“Good leaders make people feel that they’re at the very heart of things, not at the periphery. Everyone feels that he or she makes a difference to the success of the organization. When that happens people feel centered and that gives their work meaning.” –Warren G. Bennis
According to the U.S. Department of Labor, it costs about a third of an employee’s salary to replace them. Other studies, though, have shown that, depending on the industry and the seniority of the employee, that figure can go up to as much as 250 percent.
When you read these figures, it’s easy to understand why it makes sense for companies with remote departments or branches to invest in a corporate relocation program.
But with the disruption that is unavoidable during a relocation, is it possible to keep employees engaged and motivated throughout the process? It might not be as difficult as you think…
More than 100 studies have found that the most engaged employees — those who say they’re fully committed in their jobs and loyal to their employers — are significantly more productive. These employees are also the catalysts for higher customer satisfaction, and they invariably outperform their peers who are less engaged.
Additionally, a recent study showed that employee engagement and a company’s financial performance are connected: companies with high levels of employee engagement outperformed the stock market in 2010.
So, of course it makes sense that most companies want enthusiastic, engaged employees. But few companies seem to know how to inspire their employees to that goal. In fact, in many companies, there seems to be an enormous disconnection between how the company views and promotes “engagement”, and what employees feel motivates and inspires them.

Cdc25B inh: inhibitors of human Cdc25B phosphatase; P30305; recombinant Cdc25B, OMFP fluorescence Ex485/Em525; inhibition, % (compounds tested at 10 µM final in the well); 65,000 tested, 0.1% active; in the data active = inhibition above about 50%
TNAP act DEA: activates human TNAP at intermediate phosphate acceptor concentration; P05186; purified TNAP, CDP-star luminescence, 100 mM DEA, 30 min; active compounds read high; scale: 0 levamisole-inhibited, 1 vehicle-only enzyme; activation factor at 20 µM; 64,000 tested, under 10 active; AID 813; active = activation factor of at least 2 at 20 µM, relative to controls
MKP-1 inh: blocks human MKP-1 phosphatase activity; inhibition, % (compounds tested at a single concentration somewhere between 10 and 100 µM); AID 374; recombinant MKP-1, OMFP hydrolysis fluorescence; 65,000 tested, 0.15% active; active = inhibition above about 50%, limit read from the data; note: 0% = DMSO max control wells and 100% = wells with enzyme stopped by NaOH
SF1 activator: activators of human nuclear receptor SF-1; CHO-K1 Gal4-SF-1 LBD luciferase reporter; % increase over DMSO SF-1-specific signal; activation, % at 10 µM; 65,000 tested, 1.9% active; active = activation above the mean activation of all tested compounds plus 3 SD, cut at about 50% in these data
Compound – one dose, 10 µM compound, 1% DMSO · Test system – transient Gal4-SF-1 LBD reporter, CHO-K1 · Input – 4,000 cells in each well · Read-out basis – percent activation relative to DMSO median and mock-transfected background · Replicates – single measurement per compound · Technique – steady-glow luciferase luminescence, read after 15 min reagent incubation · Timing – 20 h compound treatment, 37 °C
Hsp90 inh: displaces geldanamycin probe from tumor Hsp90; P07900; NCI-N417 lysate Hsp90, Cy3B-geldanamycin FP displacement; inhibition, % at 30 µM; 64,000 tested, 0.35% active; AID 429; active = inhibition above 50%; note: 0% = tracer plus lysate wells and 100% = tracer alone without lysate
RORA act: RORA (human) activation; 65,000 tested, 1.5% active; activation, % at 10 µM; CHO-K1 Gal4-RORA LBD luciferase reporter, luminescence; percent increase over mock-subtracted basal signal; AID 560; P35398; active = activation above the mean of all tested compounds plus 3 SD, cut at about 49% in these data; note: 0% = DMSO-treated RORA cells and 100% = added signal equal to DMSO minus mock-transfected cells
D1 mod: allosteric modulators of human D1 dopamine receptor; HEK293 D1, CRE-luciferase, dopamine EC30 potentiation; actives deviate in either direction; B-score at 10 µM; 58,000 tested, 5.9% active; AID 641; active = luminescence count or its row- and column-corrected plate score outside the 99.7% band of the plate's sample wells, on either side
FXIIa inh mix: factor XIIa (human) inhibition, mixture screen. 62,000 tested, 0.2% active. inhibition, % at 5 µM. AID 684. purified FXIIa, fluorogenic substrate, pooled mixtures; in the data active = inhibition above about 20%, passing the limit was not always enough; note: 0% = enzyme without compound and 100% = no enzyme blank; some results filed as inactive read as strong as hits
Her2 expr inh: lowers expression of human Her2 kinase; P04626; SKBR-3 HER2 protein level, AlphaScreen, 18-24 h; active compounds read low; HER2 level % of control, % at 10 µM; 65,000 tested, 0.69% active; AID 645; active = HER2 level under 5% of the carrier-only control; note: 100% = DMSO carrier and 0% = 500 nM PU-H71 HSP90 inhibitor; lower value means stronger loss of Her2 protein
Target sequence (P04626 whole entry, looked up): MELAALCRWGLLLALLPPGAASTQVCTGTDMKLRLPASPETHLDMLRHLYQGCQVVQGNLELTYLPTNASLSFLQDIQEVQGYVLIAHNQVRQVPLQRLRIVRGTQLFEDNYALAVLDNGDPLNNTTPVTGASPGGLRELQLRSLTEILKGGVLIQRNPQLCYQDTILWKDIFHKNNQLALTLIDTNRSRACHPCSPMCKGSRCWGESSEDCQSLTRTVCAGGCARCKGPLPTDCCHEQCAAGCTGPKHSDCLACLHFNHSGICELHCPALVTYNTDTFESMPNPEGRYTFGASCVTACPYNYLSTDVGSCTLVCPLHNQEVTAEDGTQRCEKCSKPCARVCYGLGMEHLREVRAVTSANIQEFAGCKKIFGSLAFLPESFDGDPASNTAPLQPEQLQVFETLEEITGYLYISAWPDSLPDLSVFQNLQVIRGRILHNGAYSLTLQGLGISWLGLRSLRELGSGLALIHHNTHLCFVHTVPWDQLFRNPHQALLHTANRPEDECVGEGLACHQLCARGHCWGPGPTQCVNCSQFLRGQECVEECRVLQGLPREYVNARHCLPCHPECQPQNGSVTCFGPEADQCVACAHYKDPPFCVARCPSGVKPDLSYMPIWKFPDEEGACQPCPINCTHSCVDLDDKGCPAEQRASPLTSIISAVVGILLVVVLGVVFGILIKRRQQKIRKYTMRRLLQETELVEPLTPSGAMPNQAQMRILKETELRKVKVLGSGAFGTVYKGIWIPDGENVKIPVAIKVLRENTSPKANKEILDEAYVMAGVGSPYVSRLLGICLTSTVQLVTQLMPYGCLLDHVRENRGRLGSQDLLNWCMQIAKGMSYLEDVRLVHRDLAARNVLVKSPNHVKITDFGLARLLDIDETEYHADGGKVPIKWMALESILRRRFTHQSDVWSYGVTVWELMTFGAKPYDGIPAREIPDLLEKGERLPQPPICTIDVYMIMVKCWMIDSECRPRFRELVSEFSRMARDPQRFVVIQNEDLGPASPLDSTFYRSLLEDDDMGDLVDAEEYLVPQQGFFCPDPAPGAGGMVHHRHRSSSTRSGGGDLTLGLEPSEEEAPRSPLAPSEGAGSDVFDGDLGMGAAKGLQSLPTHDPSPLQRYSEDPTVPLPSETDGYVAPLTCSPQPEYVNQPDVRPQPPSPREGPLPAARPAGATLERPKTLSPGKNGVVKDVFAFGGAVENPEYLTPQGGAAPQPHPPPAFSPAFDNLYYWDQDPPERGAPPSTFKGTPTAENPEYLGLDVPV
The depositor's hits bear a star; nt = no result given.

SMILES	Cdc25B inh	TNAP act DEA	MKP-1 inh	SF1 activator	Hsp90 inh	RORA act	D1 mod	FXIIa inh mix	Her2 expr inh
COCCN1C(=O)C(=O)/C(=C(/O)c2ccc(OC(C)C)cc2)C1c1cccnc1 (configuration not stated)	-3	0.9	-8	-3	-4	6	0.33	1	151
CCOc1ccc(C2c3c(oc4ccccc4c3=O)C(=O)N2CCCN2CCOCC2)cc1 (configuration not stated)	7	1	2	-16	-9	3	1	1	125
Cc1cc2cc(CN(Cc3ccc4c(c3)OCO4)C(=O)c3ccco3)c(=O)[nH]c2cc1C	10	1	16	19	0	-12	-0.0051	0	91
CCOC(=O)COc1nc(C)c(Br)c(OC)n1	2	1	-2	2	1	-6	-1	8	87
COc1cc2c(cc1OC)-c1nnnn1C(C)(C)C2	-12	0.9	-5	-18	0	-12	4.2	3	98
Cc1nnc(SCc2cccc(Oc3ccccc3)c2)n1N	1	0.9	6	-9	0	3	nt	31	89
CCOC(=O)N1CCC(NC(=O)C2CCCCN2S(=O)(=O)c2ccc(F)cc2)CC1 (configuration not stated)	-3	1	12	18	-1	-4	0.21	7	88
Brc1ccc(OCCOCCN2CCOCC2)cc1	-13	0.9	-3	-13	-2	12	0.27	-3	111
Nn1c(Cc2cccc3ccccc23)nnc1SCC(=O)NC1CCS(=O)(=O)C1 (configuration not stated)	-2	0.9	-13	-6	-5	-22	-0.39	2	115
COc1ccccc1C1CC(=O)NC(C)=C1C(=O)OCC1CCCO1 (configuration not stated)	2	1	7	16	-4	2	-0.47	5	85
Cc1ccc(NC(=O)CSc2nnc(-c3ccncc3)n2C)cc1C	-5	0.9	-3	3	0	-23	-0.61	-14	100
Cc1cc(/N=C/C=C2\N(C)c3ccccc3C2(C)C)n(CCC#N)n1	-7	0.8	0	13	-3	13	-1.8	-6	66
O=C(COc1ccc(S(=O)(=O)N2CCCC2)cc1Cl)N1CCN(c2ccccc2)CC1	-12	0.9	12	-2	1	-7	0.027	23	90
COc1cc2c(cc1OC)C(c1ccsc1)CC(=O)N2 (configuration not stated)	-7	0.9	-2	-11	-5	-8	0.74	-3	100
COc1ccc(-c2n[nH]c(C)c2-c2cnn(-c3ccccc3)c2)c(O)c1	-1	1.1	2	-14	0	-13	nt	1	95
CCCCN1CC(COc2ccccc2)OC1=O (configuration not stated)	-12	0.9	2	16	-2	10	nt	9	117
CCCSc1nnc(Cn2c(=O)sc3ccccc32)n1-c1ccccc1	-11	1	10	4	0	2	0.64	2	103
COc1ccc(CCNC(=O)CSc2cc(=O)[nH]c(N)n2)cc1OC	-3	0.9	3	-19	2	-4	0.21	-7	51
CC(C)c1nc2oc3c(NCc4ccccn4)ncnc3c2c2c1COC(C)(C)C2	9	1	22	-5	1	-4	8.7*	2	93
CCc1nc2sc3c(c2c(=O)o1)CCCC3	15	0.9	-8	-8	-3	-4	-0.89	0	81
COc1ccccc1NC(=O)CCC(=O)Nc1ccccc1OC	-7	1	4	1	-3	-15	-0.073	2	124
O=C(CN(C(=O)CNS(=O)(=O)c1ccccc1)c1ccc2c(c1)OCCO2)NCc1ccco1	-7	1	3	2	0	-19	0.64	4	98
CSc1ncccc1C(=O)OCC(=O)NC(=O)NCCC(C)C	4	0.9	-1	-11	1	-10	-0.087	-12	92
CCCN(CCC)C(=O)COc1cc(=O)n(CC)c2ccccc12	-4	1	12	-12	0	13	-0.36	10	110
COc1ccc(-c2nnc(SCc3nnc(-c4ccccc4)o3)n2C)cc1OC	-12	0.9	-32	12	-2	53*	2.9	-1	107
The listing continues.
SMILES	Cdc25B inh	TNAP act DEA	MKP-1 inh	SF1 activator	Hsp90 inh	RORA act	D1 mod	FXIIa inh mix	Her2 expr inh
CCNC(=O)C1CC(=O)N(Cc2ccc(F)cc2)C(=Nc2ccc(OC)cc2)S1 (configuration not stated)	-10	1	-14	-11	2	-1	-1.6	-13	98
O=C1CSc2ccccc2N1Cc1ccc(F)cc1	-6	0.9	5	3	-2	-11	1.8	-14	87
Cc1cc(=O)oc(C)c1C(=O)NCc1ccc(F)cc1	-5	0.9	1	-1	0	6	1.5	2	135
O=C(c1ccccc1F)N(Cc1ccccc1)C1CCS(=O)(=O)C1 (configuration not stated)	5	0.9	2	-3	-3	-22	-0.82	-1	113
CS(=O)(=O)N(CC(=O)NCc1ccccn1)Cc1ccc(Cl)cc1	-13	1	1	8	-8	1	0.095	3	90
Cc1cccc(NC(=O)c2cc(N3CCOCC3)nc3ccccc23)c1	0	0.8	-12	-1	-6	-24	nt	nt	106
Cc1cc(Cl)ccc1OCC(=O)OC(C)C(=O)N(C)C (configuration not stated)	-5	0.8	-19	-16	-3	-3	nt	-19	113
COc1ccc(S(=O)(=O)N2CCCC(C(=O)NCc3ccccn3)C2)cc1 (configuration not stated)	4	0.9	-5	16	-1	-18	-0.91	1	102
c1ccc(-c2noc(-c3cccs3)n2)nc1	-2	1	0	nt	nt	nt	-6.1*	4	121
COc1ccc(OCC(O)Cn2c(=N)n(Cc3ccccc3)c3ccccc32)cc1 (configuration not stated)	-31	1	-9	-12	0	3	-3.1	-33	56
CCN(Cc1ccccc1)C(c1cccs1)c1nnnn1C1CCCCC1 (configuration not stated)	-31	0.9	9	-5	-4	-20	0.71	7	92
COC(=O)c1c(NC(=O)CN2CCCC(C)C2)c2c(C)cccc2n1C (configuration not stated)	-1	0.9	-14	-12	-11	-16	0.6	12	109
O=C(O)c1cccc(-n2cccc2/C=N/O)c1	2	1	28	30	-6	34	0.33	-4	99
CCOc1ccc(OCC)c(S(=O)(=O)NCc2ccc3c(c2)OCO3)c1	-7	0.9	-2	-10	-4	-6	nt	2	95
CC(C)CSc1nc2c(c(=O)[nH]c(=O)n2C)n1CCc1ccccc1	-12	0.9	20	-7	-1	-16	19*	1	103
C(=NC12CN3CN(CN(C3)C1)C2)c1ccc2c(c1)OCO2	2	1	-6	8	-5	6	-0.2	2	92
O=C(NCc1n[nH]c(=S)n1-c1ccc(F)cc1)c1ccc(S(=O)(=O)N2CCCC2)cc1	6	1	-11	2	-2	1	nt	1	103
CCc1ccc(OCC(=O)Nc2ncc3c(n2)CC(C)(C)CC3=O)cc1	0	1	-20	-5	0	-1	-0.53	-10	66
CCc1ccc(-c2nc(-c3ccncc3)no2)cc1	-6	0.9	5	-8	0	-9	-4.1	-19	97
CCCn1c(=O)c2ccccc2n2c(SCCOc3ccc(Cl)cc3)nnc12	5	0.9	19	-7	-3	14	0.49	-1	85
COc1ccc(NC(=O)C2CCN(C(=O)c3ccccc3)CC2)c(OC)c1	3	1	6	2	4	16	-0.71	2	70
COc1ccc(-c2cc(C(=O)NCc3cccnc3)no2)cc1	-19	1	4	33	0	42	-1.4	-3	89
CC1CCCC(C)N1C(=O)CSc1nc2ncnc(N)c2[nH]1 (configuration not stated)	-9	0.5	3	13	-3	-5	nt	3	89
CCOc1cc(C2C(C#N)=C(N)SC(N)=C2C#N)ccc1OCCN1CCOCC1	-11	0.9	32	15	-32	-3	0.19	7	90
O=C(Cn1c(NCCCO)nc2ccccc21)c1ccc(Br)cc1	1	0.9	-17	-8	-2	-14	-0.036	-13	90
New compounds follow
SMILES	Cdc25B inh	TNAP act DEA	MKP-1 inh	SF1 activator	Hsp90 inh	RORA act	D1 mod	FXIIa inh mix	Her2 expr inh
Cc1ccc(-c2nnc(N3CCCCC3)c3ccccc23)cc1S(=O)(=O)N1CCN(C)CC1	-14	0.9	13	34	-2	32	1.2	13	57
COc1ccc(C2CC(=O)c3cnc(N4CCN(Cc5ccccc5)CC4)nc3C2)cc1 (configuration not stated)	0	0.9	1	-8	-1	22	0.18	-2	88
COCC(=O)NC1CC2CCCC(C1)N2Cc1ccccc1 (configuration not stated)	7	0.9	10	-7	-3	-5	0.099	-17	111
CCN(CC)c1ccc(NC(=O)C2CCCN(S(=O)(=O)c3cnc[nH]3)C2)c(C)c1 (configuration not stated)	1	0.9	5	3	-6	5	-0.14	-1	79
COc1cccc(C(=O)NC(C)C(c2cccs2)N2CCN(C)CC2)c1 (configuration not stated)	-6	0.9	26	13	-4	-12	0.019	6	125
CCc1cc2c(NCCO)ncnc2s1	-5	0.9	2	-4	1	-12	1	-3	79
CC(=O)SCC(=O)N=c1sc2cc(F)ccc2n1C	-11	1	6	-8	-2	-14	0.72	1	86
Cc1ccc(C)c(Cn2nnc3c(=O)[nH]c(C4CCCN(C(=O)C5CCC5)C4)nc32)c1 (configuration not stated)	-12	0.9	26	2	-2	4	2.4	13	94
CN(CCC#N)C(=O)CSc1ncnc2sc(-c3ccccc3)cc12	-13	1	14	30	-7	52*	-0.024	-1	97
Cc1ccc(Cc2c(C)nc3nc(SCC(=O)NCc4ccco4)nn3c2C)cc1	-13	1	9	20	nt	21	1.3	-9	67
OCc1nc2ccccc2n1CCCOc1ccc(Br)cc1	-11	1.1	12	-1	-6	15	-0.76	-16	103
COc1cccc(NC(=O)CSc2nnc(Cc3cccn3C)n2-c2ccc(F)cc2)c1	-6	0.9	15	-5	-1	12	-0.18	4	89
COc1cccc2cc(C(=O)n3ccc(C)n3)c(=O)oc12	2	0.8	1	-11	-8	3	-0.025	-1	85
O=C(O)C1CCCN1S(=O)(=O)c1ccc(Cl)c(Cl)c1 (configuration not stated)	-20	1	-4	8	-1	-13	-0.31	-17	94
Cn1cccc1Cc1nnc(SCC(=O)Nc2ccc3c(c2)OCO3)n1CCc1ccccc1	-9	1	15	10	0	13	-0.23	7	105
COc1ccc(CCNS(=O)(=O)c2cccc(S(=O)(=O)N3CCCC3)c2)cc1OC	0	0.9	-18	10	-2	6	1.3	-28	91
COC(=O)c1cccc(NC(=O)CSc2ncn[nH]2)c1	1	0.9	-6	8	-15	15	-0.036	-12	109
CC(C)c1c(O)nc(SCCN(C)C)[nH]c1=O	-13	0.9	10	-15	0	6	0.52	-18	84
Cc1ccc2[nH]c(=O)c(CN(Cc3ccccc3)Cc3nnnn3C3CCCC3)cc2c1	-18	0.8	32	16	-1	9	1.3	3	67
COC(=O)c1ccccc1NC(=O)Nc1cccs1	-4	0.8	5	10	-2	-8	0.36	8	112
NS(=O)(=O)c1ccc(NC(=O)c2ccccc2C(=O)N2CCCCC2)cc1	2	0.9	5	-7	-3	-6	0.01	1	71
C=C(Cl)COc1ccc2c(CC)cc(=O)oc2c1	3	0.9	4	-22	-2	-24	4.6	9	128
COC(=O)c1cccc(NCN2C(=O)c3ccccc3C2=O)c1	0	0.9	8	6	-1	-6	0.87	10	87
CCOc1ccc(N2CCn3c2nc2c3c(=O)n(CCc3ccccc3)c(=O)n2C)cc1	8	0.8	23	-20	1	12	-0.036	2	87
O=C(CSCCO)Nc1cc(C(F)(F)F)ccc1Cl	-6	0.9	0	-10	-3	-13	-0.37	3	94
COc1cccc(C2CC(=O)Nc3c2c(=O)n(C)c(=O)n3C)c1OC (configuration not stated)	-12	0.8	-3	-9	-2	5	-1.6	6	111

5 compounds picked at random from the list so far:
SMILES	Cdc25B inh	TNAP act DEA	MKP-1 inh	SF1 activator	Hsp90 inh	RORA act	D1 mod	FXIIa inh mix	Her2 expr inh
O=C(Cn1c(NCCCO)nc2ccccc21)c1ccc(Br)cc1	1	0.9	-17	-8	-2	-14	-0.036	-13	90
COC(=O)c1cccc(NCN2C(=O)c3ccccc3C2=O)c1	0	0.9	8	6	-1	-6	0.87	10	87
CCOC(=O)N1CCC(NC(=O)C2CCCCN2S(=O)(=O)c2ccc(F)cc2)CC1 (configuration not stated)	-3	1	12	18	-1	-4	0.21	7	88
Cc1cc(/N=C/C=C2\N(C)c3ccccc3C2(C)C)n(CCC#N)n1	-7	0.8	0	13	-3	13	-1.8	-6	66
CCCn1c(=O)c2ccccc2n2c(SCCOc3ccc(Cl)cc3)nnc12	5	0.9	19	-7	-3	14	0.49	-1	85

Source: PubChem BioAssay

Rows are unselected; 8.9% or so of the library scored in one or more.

Many engagement programs rely on what’s known in marketing circles as “push persuasion”. These programs use pre-determined concepts of what the customer (in this case, the employees) find engaging, and design the program around those concepts.
The concepts are often developed through the use of mind-numbingly long surveys which are focused on what the company imagines should be important to employees. Unfortunately, most of these surveys miss the mark by a mile.
But what if you designed an engagement program using “pull persuasion”?
In “pull persuasion”, the program would be designed by starting at the opposite end of the “push persuasion” funnel: that is, starting from the perspective of the employee, not the company.
It’s an idea that has been used very successfully by companies such as Apple, Amazon, and Zappos to create an experience that is meaningful for their customers (the “users”), while providing valuable insights and passionate, long-lasting customer loyalty to the companies.
Their customers stay longer, spend more, and recommend the company to their friends. Customers also are less quick to go public with their complaints, more willing to work with the company to find a solution for problems, and they contribute ideas for improvement because they believe the company values their feedback.
So, if you applied that same methodology to building employee engagement, what would you do differently? How would it feel to “pull” instead of “push” towards an energized, engaged workforce?